On April 1, 2003, Leslie Cheung, a Canto-pop superstar, award-winning actor and gay icon, committed suicide after suffering from severe depression.
It was always a poignant moment to commemorate the musical legend, but this year, people also openly talked about their own mental health.
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“When I was living with severe depression, every time I mention it to my loved ones, they would always shut me down and tell me to stop overthinking,” said a Weibo commentator.
Another person wrote, “No clinical diagnose, but I am very certain that I was living with depression for a while. During that time, I felt anxious and felt like the whole world was working against me. No matter what I did, I could not accomplish my goals.”
Christina Wang, a mental health counsellor in Shanghai, said, “Many Chinese people feel they have to have depression to go to a therapist. That should not be the case.”
Depression patients need both medication and psychotherapy, but most Chinese people are forced to choose between two unideal plans.
Patients could either go to public hospitals, where resources are often strained and typically only prescribe medicines for treatment, or pay out of pocket for expensive private counselling sessions.
Therapists in China cannot prescribe psychotropic medications according to law. They can only refer patients to hospitals for medical treatment. Wang said some therapists are reluctant to do that for fear of losing the clients.
“Not every hospital offers psychotherapy. If they do, the therapists are usually seeing multiple patients a day. It is also difficult to book an appointment,” Wang said. “A lot of people become depressed due to their financial situation. They cannot afford the treatment. And this becomes a vicious cycle.”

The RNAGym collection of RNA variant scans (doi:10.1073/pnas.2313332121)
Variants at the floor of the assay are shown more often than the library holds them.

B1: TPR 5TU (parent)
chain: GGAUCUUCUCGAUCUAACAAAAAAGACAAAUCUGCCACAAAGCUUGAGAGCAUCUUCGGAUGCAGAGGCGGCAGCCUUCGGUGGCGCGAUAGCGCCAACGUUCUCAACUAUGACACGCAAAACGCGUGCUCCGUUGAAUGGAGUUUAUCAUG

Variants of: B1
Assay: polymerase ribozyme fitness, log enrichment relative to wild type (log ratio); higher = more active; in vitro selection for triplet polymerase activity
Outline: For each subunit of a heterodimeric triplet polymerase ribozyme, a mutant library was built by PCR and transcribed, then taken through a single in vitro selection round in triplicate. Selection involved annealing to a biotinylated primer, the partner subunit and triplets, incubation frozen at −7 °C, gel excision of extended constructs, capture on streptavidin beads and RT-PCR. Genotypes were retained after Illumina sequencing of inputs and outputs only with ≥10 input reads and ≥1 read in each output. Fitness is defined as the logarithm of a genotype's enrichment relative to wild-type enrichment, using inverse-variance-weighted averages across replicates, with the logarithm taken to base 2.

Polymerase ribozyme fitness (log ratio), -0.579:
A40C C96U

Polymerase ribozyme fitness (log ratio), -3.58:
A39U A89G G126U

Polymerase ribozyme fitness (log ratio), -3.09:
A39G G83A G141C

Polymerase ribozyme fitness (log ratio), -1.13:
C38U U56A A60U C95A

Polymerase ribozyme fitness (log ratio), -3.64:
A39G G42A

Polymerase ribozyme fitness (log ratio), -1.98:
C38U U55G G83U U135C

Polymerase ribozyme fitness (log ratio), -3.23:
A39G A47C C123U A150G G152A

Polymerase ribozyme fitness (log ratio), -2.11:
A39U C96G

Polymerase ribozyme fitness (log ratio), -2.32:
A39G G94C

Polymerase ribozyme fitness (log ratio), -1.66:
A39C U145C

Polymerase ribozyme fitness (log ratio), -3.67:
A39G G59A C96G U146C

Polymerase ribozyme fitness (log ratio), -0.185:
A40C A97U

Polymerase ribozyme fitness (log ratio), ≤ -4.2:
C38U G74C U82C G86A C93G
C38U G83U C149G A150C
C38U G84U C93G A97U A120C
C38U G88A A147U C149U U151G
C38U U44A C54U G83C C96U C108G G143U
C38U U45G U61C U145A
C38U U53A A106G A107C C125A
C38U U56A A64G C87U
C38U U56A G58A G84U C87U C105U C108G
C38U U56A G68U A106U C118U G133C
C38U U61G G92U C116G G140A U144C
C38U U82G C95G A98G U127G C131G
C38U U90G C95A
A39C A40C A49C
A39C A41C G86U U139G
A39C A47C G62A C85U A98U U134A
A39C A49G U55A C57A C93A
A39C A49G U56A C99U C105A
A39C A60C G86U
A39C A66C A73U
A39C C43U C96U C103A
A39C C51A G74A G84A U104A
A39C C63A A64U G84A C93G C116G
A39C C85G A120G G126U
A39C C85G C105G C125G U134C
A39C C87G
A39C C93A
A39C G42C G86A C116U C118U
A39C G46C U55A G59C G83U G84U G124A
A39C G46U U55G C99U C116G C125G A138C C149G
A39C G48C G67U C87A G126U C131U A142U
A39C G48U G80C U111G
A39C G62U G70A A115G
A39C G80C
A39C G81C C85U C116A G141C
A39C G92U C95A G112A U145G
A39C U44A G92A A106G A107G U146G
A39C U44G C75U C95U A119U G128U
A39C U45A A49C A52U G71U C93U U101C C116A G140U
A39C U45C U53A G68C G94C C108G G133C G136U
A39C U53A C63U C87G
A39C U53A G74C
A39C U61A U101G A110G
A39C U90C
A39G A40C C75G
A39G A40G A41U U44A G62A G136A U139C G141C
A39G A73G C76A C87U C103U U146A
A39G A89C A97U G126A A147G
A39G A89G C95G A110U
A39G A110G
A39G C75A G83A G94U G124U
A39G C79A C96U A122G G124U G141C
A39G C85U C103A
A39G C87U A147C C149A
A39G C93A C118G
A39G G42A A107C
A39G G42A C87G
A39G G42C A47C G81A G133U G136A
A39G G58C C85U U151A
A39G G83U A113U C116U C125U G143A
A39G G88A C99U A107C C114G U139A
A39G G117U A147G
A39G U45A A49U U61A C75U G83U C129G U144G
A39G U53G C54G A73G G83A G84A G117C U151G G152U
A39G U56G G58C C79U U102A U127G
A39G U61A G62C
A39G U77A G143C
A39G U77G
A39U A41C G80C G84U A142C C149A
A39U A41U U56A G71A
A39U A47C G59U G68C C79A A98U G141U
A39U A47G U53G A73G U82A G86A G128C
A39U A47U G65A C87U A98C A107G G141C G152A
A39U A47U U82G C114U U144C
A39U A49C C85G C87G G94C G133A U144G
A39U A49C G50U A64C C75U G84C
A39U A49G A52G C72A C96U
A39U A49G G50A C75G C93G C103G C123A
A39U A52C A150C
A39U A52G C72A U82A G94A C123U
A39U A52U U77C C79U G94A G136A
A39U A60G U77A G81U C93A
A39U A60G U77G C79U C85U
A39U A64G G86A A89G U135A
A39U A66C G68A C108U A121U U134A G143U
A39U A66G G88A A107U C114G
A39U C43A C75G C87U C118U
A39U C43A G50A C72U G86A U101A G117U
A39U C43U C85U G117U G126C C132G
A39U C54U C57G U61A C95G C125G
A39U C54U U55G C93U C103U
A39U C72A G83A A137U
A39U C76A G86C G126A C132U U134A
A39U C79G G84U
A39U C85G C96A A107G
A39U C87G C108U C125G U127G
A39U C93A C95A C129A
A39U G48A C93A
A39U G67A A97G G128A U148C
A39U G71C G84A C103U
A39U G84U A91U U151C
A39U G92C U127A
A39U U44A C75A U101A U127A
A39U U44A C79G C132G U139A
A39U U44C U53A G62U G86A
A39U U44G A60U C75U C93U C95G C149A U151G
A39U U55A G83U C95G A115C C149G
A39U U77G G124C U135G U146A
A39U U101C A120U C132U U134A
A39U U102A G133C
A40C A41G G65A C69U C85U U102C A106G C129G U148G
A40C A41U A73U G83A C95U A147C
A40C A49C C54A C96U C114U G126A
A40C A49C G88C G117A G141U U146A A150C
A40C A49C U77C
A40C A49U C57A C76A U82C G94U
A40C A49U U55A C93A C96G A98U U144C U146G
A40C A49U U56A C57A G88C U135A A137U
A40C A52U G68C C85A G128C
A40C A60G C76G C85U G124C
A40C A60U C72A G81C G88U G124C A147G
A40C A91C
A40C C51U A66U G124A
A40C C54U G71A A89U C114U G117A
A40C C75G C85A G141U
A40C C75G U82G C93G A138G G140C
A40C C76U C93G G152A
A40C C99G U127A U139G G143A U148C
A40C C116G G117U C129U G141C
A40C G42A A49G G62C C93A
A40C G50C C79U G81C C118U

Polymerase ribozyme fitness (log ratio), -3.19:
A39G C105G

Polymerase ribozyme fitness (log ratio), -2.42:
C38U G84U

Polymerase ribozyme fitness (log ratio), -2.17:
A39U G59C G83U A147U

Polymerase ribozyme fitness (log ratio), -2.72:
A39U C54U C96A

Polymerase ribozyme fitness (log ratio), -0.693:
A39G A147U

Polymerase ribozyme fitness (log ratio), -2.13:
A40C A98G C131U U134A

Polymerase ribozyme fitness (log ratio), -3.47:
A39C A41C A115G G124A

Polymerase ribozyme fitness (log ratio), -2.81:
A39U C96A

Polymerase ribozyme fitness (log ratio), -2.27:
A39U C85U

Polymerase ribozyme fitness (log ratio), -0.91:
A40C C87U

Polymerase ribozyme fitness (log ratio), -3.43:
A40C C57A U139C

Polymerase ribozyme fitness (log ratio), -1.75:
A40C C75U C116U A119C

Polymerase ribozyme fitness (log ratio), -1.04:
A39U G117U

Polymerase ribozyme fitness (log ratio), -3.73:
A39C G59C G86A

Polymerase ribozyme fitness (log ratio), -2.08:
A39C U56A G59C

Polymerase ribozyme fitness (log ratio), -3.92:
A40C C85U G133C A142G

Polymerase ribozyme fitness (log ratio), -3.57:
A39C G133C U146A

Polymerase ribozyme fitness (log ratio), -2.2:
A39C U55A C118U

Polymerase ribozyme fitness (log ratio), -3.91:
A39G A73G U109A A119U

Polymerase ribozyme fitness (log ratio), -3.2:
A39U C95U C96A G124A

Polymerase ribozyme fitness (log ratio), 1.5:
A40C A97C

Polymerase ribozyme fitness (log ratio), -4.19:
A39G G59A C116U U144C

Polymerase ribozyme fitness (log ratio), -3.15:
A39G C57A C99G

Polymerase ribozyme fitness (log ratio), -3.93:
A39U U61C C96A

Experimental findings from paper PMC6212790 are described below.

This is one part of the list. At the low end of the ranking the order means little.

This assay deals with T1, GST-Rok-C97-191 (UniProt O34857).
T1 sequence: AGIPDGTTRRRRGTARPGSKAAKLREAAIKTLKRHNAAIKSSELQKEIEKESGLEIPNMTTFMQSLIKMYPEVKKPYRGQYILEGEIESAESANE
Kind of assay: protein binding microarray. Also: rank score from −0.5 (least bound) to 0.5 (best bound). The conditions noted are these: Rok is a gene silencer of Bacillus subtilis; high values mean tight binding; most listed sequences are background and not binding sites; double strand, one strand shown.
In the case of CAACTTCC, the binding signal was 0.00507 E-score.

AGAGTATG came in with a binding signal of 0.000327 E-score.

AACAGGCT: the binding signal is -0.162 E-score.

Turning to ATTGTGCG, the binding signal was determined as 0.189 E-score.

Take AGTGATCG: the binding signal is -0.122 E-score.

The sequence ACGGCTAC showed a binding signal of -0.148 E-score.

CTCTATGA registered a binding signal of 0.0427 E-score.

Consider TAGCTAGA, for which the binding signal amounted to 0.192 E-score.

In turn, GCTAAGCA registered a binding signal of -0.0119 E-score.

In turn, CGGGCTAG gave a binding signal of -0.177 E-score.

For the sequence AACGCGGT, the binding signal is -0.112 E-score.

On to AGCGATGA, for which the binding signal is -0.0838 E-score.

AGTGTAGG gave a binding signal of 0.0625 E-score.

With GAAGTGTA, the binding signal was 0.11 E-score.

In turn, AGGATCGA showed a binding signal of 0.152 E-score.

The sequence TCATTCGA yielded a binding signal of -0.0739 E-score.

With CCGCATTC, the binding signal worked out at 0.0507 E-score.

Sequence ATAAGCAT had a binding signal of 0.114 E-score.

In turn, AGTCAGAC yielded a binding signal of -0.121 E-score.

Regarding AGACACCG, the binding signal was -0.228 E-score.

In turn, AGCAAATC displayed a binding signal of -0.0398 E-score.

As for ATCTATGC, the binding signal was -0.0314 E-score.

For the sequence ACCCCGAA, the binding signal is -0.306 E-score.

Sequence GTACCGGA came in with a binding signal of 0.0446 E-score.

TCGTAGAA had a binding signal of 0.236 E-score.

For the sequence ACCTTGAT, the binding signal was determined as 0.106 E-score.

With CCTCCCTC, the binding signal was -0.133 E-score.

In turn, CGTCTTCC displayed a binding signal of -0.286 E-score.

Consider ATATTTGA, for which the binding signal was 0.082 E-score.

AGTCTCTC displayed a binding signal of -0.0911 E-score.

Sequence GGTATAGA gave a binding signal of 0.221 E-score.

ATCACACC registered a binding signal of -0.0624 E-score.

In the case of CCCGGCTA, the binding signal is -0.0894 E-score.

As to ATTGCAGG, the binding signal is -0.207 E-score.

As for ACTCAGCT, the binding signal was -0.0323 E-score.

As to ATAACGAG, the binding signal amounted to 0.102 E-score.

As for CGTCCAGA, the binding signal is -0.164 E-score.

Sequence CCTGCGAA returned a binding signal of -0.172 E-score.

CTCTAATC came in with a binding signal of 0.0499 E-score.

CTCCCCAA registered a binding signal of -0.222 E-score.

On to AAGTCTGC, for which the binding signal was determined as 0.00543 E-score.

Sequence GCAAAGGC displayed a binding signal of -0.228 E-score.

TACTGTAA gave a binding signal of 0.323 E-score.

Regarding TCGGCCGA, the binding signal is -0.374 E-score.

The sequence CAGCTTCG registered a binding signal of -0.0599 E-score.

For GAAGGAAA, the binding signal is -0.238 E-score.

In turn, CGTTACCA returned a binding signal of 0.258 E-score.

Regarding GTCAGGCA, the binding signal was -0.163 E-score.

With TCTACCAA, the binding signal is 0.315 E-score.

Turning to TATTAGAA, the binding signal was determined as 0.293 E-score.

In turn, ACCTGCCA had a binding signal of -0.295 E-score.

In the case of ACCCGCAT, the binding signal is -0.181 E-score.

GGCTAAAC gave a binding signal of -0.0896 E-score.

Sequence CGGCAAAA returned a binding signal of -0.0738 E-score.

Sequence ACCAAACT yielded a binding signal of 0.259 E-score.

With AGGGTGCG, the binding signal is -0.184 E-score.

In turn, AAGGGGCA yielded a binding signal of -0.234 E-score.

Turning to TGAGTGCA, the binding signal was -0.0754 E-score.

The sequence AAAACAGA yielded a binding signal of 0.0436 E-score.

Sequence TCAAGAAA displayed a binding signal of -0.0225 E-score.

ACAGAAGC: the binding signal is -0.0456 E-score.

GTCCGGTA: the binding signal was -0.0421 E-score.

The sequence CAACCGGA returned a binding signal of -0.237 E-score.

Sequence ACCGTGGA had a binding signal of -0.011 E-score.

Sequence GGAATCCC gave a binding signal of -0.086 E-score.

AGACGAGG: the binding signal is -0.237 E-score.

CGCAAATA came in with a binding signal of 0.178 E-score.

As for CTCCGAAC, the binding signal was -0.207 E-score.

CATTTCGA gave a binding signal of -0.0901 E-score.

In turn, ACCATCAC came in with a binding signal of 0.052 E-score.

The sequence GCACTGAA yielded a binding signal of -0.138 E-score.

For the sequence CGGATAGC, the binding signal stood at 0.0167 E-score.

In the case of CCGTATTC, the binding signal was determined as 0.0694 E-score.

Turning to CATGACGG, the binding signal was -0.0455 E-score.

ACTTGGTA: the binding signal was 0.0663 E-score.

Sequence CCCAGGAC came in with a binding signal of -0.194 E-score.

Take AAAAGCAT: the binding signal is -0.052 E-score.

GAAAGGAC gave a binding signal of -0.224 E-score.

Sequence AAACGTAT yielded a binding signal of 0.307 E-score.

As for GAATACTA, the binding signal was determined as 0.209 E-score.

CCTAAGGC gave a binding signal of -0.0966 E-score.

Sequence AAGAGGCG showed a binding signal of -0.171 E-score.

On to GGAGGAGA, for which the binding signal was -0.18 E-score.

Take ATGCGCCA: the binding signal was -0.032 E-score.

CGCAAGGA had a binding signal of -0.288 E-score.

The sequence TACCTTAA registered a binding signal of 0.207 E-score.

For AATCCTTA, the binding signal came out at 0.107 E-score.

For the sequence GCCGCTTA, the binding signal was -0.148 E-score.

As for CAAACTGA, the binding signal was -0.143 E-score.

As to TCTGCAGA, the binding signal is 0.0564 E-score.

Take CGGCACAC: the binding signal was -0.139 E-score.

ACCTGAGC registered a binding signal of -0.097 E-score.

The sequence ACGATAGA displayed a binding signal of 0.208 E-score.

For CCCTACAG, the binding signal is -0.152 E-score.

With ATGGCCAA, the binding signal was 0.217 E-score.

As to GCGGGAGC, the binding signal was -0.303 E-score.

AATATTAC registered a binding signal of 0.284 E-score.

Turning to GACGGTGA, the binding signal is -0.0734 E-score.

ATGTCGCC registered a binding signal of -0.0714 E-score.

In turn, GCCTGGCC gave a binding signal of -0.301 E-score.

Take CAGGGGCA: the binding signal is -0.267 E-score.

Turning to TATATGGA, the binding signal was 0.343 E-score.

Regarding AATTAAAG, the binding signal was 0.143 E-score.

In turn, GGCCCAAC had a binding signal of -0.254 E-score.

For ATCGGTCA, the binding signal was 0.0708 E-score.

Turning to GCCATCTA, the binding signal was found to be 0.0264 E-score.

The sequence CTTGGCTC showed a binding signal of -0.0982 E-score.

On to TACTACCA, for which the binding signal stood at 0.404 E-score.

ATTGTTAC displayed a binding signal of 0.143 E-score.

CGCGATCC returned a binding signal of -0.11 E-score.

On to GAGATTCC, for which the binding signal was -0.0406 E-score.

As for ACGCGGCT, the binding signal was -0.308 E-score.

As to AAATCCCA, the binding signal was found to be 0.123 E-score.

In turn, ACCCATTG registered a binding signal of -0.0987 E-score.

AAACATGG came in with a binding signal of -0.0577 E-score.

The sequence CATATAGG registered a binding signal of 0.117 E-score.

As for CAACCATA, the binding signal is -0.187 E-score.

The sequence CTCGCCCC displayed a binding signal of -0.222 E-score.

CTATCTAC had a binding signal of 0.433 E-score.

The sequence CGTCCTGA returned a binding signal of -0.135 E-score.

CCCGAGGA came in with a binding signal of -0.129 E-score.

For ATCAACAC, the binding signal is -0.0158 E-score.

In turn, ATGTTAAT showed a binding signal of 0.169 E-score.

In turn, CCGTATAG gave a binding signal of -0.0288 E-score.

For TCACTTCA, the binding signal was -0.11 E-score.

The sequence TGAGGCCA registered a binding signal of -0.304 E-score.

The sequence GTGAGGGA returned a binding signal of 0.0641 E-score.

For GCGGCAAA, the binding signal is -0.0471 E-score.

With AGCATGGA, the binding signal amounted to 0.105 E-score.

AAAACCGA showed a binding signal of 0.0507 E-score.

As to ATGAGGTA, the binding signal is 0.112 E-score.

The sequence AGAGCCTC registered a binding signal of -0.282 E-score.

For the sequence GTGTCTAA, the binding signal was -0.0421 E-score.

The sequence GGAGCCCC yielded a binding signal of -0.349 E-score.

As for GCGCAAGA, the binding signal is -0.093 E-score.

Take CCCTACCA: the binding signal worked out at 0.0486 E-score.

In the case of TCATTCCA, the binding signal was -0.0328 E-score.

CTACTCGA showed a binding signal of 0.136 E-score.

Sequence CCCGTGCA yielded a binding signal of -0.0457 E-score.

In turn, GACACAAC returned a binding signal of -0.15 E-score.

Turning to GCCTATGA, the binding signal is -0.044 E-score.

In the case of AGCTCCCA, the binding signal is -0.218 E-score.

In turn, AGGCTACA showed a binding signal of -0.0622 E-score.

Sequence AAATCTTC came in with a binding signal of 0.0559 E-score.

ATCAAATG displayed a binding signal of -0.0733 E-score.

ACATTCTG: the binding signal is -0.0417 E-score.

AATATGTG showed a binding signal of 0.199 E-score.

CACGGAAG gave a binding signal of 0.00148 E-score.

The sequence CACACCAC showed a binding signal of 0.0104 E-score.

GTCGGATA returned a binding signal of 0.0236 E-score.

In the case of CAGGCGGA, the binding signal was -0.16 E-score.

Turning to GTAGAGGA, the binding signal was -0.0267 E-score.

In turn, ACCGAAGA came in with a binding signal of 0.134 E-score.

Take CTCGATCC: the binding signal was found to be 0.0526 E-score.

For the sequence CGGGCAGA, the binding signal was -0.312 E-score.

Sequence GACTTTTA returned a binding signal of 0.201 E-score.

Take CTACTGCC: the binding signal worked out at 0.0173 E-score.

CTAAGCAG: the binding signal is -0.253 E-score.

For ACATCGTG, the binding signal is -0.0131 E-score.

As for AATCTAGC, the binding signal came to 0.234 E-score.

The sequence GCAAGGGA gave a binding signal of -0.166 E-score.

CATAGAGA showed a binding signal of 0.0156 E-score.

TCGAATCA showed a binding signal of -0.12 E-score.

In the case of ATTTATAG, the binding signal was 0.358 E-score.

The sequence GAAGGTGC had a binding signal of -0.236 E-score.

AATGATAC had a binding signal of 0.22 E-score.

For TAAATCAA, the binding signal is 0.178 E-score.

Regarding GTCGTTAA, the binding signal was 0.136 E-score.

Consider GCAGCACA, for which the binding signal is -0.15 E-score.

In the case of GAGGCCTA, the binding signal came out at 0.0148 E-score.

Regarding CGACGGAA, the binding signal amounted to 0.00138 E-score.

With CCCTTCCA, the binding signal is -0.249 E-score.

A session with the public hospital usually costs around 200 yuan (US$30), but a session with Wang is four times the price, 800 yuan (US$121). Depression patients usually need 10 to fifteen sessions, making it a financial burden.
Plus, she said, “some unethical therapists diagnose people with mild depression even without onset symptoms to convince them to continue with therapy.”
Cheung was one of the most influential artists in the history of Hong Kong. He dominated the Canto-pop airwaves for most of the 1980s before transitioning to become an award-winning actor.
He starred in the movie Farewell My Concubine, which won the Palme d’Or at the 1993 Cannes Film Festival. It is the only Hong Kong movie ever to win that award.
As noted in The South China Morning Post:
His untimely passing, on April 1, 2003, provoked the sort of shock and grief associated with the death of Princess Diana in 1997 – both remain cultural touchstones in different parts of the world.
In his last note, Cheung began with “Depression!!,” and then went on thanking his friends, boyfriend Daffy Tong, families, and others. He closed the note by asking, “I have done nothing wrong this life; so why is it like this?”
On Thursday, topics commemorating Leslie Cheung were trending on China’s Twitter-like Weibo.
Many fans addressed Cheung by his nickname “Gor Gor,” or big brother. News posts featuring Leslie Cheung and his same-sex partner, Daffy Tong, were popular.
“We cannot forget him because he is good and he is real,” said one top-voted comment.
According to American Psychiatric Association, depression affects about one in 15 adults in a given year, and one in six people will experience depression at some time in their life.
The mental disease poses a greater risk in minority populations. Various research across the world shows that LGBTQ people are more than twice as likely to experience depression as their heterosexual peers.
If you are having suicidal thoughts, or you know someone who is, help is available. For Hong Kong, dial +852 2896 0000 for The Samaritans or +852 2382 0000 for Suicide Prevention Services. In the US, call The National Suicide Prevention Lifeline on +1 800 273 8255. For a list of other nations’ helplines, see this page.
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This article Anniversary of pop icon Leslie Cheung’s death sparks concerns about depression in China first appeared on South China Morning Post